Date of Award

2011

Embargo Period

3-23-2012

Degree Name

Master of Design (MDes)

Department

Design

Advisor(s)

Stacie Rohrbach

Abstract

Due to the rise in food industrialization and western disease, eating healthily has become a priority to Americans and many have embarked on a healthy eating journey. As a result, many products and services have materialized in an attempt to lessen the barriers that people encounter along the way.

Designers have done extensive work to bridge the gaps between the psychological, motivational, learning, and informational aspects of healthy eating. Largely, they have taken on the responsibility of designing information to provoke individual behavior change, however, they haven’t focused on changing the systemic level; and there’s much work to be done. While individual behavior change is important, people will not succeed at sustaining a healthy diet if they do not have sufficient access to healthy food. The lack of focus on designing to change food providers leads to a false implication that they have no role in influencing healthy food consumption. To fully implement behavior change within individuals, it is pertinent to influence change at both the individual level and the systemic–or food provider–level.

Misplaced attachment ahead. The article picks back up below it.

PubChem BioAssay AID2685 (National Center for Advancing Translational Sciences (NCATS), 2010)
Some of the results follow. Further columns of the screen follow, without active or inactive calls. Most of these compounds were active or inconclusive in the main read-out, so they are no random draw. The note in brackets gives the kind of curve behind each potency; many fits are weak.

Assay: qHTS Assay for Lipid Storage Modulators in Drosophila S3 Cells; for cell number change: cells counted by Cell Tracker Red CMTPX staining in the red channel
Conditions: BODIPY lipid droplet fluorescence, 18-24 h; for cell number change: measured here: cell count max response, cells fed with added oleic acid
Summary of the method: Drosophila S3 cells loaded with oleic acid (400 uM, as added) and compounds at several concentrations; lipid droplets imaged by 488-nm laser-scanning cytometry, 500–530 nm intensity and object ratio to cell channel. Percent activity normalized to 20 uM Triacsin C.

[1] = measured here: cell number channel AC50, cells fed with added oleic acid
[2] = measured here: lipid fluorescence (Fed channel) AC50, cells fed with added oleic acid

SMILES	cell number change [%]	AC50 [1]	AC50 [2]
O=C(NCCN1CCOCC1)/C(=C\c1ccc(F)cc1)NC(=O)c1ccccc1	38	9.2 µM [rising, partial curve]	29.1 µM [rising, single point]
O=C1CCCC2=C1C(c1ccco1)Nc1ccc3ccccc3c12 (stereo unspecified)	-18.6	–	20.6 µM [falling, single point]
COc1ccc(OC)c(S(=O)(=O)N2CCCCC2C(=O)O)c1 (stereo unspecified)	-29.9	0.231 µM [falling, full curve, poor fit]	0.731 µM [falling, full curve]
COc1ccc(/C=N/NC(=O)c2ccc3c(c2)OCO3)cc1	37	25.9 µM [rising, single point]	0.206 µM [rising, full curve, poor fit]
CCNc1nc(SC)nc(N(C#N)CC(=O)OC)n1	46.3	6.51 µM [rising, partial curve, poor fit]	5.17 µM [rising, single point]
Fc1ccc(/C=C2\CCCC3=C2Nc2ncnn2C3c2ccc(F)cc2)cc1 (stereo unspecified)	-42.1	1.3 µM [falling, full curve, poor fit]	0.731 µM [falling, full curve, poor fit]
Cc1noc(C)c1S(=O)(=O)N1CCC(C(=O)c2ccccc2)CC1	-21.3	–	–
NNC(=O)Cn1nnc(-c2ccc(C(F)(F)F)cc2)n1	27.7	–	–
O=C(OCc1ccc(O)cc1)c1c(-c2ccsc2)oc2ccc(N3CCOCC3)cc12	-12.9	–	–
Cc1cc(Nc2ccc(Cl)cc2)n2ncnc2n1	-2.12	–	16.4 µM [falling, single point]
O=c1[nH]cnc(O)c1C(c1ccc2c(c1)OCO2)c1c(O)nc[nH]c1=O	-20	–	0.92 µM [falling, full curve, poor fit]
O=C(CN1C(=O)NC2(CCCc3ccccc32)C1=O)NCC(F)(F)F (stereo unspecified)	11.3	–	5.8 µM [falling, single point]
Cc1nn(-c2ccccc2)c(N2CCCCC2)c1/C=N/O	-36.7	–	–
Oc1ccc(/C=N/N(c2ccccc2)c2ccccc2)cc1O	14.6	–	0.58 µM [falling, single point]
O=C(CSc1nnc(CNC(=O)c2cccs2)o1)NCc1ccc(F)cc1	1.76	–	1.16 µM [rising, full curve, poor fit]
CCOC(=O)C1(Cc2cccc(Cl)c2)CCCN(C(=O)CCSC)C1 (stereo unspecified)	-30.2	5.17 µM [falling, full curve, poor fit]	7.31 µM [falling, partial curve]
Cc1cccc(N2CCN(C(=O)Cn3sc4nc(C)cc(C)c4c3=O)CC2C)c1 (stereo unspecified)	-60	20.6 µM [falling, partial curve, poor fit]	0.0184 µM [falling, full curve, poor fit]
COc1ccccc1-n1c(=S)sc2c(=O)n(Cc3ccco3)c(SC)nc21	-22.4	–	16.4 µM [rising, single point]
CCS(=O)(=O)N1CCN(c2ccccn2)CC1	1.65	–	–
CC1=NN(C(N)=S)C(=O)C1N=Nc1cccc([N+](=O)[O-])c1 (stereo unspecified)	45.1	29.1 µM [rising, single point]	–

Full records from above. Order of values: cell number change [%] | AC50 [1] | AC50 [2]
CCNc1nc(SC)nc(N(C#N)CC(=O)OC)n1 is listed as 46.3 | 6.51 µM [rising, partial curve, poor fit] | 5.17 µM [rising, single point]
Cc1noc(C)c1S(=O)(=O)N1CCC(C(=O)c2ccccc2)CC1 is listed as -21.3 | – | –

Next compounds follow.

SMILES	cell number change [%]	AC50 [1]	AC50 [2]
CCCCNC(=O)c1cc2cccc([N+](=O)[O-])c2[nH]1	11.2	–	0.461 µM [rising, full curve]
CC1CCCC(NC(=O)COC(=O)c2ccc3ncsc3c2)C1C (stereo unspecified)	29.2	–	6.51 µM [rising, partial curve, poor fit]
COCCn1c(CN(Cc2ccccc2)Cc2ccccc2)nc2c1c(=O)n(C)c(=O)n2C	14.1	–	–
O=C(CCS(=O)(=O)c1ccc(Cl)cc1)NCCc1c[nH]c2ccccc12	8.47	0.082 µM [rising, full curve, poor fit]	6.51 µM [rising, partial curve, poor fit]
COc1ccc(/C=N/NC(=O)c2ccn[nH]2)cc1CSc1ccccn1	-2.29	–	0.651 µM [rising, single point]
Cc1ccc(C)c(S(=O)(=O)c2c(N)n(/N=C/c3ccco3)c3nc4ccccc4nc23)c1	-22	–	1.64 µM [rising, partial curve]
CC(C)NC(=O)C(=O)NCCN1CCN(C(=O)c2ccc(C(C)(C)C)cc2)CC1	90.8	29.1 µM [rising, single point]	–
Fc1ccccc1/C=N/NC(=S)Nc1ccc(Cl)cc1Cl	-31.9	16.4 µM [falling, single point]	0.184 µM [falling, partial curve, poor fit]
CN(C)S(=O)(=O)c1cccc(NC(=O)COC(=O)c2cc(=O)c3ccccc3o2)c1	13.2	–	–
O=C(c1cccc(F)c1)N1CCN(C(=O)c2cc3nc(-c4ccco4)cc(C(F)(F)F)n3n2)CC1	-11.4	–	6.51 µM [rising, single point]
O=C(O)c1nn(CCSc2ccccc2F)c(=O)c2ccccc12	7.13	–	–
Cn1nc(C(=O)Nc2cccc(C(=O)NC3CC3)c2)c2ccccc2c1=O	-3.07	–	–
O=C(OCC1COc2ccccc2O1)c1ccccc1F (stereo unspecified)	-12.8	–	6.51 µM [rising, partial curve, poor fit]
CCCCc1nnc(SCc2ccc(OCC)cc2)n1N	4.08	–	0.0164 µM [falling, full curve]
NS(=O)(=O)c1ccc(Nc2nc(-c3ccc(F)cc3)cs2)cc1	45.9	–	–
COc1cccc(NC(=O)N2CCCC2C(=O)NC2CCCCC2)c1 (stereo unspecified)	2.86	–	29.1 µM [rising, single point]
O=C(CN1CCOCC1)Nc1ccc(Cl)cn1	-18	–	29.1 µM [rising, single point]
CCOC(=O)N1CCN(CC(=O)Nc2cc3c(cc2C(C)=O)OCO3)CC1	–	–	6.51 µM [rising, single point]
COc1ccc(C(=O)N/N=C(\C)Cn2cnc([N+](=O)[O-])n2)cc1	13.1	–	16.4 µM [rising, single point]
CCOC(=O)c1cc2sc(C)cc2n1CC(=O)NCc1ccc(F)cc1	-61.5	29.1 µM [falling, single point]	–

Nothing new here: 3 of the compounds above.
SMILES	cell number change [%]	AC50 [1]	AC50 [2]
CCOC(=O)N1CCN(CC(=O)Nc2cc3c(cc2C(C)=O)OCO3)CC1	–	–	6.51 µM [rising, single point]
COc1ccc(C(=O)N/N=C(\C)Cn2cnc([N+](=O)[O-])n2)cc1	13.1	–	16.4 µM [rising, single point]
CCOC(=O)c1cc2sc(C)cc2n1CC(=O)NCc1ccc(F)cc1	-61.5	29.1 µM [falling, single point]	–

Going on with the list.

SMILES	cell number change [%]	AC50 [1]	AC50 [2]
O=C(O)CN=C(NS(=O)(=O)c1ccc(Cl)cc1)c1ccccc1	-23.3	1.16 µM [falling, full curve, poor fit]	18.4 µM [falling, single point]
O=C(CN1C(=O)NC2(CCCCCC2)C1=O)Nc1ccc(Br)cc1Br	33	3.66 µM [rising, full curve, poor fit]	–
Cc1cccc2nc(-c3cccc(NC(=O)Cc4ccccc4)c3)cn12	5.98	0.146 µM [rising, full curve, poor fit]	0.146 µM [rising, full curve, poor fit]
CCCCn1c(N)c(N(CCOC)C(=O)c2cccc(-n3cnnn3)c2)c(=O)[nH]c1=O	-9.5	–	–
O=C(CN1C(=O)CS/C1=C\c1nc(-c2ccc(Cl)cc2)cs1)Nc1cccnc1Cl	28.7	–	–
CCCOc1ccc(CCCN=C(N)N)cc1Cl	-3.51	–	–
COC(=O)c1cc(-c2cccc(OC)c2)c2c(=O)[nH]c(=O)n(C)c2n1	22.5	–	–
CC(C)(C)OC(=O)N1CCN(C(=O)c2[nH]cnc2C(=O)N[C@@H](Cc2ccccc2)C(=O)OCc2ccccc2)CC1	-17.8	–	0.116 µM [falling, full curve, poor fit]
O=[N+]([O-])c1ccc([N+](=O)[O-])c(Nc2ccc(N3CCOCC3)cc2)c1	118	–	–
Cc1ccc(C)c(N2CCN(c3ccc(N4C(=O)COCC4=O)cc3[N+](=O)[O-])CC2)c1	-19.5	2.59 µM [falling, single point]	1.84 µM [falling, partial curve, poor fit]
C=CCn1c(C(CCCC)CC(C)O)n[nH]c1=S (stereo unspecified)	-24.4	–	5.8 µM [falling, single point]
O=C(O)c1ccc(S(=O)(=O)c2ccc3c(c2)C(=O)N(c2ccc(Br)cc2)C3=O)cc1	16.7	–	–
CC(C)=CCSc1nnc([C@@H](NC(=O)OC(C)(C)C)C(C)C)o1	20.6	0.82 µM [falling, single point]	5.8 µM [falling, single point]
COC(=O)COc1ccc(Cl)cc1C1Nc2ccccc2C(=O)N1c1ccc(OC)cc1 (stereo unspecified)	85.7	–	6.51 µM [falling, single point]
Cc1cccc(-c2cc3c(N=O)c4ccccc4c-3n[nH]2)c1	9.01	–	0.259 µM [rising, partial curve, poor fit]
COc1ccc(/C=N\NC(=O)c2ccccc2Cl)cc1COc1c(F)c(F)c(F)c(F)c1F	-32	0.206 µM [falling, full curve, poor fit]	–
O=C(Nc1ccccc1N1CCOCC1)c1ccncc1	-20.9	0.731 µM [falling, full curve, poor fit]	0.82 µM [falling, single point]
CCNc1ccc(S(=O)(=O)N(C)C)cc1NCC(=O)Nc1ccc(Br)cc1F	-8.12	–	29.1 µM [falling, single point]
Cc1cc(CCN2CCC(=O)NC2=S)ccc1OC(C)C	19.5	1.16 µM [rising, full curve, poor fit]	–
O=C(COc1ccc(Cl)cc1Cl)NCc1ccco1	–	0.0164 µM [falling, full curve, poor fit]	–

This thesis project highlights the importance of the relationship between food providers and food consumers in creating sustainable healthy food communities. The designer’s attention is focused on facilitating a conversation and commitment between the grocer and healthy eater; they each have a responsibility in achieving the common end. The solution augments existing services within the conventional grocery store so it can provide better access to healthy food, and therefore, make healthy eating easier for people.

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